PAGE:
Blockchain Series – Talk 1


The concepts of blockchain are quite revolutionary and it will take some time to grasp all of them for laymen. It is good to get familiar with the terminology so that as you go on trying to learn, curiosity takes you over and you end up learning more about the term you have been hearing. So take note of the terms below as you research more about Blockchain.

Let us start with the use case of bitcoin before going further. The person / organization that came up with the bitcoin concept called themselves Satoshi Nakamoto. It is not known to the general public who or what Satoshi Nakamoto is. Satoshi is the smallest unit a bitcoin can be broken into and it is 0.00000001 BTC OR 100 million Satoshis make 1 bitcoin.

Bitcoin uses blockchain algorithm at the core. Let us try to understand the use case Satoshi Nakamoto was trying to solve. So, if cryptocurrencies are available in a digital form, the most important thing that is needed on the platform is to avoid “double spending” of the currency. As in, if I have 1 BTC with me and I gave it to you, I should not be able to give 1 BTC again to someone else. Isn’t this what banks do? But do you know how much of effort goes into this? You have various banks and a central regulatory authority RBI facilitating the clearing of transactions. Bitcoin use case is to do away with this form of centralized clearing of currency. SEC of USA has described bitcoin as “Decentralized Currency”.

So, how does blockchain achieve this? How does it maintain decentralized clearing mechanism and avoid “double spending”. Blockchain basically gamifies the whole thing by offering incentives to miners and by making it tough for hackers. Central actors to the entire blockchain mechanism are “miners” popularly called “Bitcoin miners”. These miners basically follow a protocol prescribed by bitcoin to verify the authenticity of bitcoin transactions. Now, the decentralizing part is facilitated by the fact that the transactions (with essential information encrypted) are made available to anyone acting as a miner to run an algorithm with some basic checks to verify the validity. So, if I am a miner, I would first put together some unverified transactions and create a “Block”. I will run this algorithm on all the transactions in the block and either accept or reject them. And then I add this block to the Blockchain at the end. Blockchain is nothing but a “distributed ledger” for laymen who can understand ledgers. If you are a bit into computer science, Blockchain is a linked list of various blocks which make up all the transactions that ever happened in the bitcoin world.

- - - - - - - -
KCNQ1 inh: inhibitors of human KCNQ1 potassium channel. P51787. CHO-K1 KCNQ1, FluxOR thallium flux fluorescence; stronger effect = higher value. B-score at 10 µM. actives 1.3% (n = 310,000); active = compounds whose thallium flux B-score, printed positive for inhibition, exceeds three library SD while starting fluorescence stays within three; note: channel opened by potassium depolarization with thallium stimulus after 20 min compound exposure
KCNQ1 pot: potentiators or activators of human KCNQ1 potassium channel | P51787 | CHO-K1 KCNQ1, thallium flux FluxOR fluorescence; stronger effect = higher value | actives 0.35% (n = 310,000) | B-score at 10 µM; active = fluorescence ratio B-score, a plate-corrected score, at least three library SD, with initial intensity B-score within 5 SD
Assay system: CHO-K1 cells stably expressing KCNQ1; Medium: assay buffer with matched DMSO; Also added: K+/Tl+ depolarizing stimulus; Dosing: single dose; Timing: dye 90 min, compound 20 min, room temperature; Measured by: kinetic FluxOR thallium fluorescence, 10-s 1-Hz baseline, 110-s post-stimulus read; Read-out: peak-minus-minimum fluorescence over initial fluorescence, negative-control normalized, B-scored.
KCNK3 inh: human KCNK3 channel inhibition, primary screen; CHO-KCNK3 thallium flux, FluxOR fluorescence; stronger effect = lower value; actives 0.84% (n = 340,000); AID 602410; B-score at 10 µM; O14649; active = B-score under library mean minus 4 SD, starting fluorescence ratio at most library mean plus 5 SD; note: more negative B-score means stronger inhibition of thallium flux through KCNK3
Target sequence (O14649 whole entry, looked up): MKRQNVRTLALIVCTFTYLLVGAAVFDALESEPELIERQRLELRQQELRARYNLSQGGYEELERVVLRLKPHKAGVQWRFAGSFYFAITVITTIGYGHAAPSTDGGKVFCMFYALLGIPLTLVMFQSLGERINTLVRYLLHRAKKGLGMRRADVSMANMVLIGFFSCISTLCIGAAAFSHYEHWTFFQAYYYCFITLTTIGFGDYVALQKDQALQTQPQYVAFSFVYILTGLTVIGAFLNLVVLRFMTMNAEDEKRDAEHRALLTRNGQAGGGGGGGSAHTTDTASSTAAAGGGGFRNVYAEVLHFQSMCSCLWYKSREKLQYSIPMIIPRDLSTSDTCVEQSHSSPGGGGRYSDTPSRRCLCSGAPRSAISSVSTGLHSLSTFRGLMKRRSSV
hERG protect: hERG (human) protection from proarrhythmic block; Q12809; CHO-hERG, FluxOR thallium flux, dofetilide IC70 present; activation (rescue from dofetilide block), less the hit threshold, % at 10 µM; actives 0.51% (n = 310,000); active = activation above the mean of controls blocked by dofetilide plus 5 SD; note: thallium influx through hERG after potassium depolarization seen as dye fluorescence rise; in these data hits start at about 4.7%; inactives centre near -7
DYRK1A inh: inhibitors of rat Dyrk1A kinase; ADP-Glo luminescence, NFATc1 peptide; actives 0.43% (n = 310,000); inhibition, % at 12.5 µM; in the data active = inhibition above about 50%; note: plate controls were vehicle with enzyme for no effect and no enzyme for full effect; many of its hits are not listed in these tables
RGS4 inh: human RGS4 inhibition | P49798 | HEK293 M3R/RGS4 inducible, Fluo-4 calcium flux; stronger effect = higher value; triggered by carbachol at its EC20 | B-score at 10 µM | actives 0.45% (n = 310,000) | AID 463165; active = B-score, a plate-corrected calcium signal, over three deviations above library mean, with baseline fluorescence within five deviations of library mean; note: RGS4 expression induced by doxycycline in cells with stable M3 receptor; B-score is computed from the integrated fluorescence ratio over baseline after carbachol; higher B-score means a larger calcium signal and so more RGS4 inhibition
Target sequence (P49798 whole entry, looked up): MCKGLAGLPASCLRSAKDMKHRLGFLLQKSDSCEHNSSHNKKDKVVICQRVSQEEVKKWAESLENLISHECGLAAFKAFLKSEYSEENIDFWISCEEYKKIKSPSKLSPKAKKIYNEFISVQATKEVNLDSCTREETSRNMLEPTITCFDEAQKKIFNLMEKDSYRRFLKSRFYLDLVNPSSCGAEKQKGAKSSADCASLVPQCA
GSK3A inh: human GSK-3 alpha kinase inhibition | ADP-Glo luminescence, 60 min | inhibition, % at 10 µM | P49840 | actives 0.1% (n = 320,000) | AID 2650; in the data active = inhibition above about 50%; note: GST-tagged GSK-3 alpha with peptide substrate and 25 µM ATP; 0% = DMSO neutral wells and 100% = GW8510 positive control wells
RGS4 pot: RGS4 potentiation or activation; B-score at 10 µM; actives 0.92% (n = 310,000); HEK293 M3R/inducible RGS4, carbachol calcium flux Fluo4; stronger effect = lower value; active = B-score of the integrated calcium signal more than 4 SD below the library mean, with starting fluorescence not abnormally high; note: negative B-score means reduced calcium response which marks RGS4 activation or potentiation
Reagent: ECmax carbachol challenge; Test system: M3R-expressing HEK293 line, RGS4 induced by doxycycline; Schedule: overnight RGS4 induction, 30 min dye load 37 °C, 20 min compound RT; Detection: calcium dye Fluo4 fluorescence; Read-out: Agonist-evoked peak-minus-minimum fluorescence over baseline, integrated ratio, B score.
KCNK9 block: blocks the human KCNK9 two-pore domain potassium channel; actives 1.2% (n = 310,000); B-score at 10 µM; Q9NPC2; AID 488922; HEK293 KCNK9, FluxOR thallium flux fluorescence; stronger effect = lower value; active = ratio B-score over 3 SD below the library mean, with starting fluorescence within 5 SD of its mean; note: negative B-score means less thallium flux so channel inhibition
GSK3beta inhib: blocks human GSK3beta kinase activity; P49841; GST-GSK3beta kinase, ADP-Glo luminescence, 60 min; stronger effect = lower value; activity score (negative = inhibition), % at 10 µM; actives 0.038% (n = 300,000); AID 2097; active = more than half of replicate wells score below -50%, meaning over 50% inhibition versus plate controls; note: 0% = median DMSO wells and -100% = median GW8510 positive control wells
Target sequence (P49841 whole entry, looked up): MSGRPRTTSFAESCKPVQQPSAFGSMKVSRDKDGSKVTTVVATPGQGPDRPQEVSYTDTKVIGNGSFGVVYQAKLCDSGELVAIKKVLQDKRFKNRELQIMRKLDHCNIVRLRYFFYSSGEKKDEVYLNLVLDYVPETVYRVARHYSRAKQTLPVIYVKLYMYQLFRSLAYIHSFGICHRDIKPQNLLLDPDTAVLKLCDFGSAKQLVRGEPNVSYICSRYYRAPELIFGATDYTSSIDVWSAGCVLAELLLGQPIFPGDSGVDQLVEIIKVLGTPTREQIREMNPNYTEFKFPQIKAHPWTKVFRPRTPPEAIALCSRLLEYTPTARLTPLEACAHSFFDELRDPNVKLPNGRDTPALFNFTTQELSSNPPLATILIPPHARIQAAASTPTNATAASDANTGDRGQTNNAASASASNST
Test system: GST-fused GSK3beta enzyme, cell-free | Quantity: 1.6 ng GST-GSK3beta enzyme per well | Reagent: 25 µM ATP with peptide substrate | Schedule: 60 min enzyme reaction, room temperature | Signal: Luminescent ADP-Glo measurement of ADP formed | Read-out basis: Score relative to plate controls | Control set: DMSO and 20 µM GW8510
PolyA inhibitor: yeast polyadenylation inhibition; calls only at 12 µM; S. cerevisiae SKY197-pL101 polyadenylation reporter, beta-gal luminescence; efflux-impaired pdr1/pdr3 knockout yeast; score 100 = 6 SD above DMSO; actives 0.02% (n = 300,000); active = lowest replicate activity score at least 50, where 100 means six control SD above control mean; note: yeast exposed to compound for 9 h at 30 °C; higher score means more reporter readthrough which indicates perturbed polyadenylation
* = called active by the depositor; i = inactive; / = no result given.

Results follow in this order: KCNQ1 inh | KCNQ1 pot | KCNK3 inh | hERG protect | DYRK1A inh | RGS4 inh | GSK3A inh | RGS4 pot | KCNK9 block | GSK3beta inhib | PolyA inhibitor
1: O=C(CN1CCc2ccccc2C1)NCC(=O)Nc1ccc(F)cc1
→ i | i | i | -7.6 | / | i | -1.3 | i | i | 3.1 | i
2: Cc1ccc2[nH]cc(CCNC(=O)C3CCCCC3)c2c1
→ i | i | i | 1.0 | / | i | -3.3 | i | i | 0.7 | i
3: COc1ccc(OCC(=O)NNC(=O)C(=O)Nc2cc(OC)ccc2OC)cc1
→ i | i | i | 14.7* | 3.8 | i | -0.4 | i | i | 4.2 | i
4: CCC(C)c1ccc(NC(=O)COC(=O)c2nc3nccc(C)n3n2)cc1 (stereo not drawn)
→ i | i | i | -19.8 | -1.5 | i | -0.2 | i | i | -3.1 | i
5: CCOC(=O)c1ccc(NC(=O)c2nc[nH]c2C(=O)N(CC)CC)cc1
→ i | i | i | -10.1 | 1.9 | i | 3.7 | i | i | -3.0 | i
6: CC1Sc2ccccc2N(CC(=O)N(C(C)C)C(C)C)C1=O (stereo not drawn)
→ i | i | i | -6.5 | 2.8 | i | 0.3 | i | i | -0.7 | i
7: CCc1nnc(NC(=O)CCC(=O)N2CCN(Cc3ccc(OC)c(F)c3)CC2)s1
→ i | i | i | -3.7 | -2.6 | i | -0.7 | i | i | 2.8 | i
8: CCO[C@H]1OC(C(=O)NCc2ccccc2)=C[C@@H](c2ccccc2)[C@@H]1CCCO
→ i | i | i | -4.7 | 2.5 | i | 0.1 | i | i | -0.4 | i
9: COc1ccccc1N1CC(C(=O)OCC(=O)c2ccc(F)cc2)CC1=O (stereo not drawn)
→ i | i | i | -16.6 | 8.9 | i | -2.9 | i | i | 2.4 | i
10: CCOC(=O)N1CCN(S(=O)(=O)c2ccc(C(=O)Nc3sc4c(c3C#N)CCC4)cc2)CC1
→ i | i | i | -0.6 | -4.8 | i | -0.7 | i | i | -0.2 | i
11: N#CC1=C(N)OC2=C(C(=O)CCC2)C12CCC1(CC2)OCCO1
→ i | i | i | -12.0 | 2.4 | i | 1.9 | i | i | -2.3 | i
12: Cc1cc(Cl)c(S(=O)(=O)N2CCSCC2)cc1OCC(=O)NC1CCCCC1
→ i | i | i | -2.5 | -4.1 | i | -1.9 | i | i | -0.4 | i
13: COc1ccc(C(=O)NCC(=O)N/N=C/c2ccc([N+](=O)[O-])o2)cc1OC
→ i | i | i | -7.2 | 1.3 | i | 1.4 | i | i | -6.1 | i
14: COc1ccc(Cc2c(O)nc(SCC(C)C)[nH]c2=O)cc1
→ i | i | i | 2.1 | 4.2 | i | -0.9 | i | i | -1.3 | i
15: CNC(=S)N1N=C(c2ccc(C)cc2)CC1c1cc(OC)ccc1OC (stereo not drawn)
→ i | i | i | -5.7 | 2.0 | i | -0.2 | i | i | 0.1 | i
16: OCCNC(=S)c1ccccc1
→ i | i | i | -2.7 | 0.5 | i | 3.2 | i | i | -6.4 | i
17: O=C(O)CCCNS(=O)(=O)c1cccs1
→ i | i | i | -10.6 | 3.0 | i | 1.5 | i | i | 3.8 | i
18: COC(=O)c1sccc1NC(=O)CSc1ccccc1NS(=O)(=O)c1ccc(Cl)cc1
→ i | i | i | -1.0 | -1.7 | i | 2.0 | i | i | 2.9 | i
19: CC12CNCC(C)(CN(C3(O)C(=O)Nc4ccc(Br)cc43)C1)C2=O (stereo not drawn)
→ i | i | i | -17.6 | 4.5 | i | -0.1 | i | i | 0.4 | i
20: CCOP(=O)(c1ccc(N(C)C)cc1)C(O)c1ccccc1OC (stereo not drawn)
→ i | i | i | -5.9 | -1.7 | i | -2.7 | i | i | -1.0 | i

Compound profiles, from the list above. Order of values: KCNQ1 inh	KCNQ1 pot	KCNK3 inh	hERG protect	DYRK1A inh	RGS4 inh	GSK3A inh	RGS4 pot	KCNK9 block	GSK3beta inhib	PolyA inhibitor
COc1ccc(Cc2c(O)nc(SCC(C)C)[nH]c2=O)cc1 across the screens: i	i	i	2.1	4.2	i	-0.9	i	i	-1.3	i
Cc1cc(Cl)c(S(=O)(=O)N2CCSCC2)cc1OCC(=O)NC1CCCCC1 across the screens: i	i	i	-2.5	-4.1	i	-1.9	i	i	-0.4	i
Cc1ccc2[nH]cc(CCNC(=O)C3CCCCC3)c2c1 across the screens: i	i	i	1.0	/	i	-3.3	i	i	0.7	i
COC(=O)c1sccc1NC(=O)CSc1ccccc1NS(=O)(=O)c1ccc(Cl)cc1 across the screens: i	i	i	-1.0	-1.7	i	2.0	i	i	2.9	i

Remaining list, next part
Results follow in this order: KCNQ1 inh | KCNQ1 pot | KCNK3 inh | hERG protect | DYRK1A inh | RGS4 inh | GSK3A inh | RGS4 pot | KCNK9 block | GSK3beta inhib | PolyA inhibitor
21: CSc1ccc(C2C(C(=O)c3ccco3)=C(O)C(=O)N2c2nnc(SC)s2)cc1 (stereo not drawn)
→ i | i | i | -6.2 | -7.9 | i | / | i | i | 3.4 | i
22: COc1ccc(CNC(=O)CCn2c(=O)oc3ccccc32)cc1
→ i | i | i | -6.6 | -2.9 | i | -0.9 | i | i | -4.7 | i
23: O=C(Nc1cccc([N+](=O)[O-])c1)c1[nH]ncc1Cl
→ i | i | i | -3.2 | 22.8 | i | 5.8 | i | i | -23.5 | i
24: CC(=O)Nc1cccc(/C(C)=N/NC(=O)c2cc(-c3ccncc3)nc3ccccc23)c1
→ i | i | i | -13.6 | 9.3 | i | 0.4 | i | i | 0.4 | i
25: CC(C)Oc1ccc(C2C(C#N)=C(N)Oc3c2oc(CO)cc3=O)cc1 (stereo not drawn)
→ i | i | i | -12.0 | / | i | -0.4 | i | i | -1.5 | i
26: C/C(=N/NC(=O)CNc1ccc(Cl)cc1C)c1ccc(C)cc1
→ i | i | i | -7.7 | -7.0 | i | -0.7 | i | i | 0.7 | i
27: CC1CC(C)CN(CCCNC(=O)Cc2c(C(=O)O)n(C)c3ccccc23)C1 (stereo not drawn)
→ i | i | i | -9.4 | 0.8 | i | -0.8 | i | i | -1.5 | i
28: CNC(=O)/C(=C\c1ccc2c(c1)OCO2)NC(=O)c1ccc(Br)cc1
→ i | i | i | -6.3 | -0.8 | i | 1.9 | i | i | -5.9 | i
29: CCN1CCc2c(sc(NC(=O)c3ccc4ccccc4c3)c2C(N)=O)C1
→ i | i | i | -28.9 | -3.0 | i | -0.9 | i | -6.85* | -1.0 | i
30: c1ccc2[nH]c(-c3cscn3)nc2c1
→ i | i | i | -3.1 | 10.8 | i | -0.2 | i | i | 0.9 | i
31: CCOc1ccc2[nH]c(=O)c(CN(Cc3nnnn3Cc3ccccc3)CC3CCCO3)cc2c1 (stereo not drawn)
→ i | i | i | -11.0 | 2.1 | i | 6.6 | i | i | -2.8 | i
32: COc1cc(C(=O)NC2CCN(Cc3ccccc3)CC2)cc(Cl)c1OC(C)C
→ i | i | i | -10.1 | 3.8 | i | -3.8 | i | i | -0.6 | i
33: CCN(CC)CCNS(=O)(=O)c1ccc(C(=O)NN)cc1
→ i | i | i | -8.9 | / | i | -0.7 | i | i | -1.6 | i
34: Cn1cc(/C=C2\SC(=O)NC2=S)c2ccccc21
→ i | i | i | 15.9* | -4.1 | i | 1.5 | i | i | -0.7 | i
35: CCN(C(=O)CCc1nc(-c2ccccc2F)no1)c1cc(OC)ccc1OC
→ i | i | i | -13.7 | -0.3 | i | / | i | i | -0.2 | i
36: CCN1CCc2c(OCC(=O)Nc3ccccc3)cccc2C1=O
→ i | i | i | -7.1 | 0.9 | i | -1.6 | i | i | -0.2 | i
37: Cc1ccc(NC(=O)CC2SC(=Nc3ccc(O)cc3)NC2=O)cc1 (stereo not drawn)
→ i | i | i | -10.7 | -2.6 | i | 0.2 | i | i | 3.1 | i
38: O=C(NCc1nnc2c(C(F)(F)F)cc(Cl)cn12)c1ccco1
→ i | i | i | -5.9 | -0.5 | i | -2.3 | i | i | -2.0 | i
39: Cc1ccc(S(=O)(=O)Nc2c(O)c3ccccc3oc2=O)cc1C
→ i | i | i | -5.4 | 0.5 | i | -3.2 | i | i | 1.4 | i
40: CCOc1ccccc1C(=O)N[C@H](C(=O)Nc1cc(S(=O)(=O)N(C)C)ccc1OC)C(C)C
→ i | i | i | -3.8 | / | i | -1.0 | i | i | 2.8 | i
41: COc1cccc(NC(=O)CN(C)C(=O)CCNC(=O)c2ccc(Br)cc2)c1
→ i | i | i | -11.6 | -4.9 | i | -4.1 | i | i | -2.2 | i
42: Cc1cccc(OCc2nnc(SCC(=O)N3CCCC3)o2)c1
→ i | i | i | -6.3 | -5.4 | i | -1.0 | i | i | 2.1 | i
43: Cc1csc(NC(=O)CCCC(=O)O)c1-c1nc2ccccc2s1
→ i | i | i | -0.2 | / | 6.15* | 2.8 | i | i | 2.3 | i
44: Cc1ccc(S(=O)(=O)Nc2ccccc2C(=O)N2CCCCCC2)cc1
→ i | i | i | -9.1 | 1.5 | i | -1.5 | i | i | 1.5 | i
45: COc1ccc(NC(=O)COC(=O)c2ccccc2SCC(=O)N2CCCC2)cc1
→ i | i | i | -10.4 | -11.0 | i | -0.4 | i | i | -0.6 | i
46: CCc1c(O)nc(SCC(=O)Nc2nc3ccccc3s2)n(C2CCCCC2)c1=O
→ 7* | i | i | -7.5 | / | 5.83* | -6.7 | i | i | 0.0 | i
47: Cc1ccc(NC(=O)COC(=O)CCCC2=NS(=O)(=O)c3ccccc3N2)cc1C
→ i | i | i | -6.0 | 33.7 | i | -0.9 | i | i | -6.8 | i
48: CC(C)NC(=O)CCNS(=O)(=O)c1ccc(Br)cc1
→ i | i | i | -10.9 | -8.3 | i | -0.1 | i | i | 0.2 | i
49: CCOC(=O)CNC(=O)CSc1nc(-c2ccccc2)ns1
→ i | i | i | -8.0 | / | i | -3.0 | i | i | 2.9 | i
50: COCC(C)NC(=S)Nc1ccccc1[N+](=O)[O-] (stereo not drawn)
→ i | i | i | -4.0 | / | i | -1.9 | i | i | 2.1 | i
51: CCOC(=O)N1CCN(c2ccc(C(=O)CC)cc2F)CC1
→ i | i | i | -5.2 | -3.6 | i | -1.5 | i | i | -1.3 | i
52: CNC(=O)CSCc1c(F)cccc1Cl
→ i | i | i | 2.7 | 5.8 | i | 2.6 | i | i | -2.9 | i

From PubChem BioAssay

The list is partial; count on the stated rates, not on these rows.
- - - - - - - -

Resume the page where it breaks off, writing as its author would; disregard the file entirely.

So, once I verify my block, I would add it to the blockchain and publish it to the world.

Here are some questions to ponder. Now, how does this mining generate newer bitcoins? What is the term “Nonce”? “Merkle tree” / “Merkle root” – what are they? What is the underlying encryption? “Hashing” / “SHA256” – how do they work? How does individual identity get encrypted – “Public Key”, Private Key”, “Digital Signature” – how do they help? What is the concept behind “Proof of Work”? What is the need for “Proof of Work”? How does that make a “blockchain “tough” to penetrate for a hacker? How is trust achieved by blockchain mechanism? What is the underlying assumption behind blockchain’s trust mechanism?

Now that a lot of questions have been raised in the previous paragraph, we will leave this with a few facts that would be good to digest. Initially when bitcoin was launched, approximately 50 bitcoins were generated / mined every 10 minutes. This went on for about 4 years (until 210,000 blocks were added), then the rate of generation / mining has come down to 25 bitcoins every 10 minutes, and after another 210,000 blocks got added, the rate came to 12.5 BTCs every 10 minutes (approximately). When will this rate reduce to 6.25? Wait for the answers.


3 thoughts on “Blockchain Series – Talk 1

Leave a Reply

Fill in your details below or click an icon to log in: Logo

You are commenting using your account. Log Out / Change )

Twitter picture

You are commenting using your Twitter account. Log Out / Change )

Facebook photo

You are commenting using your Facebook account. Log Out / Change )

Google+ photo

You are commenting using your Google+ account. Log Out / Change )

Connecting to %s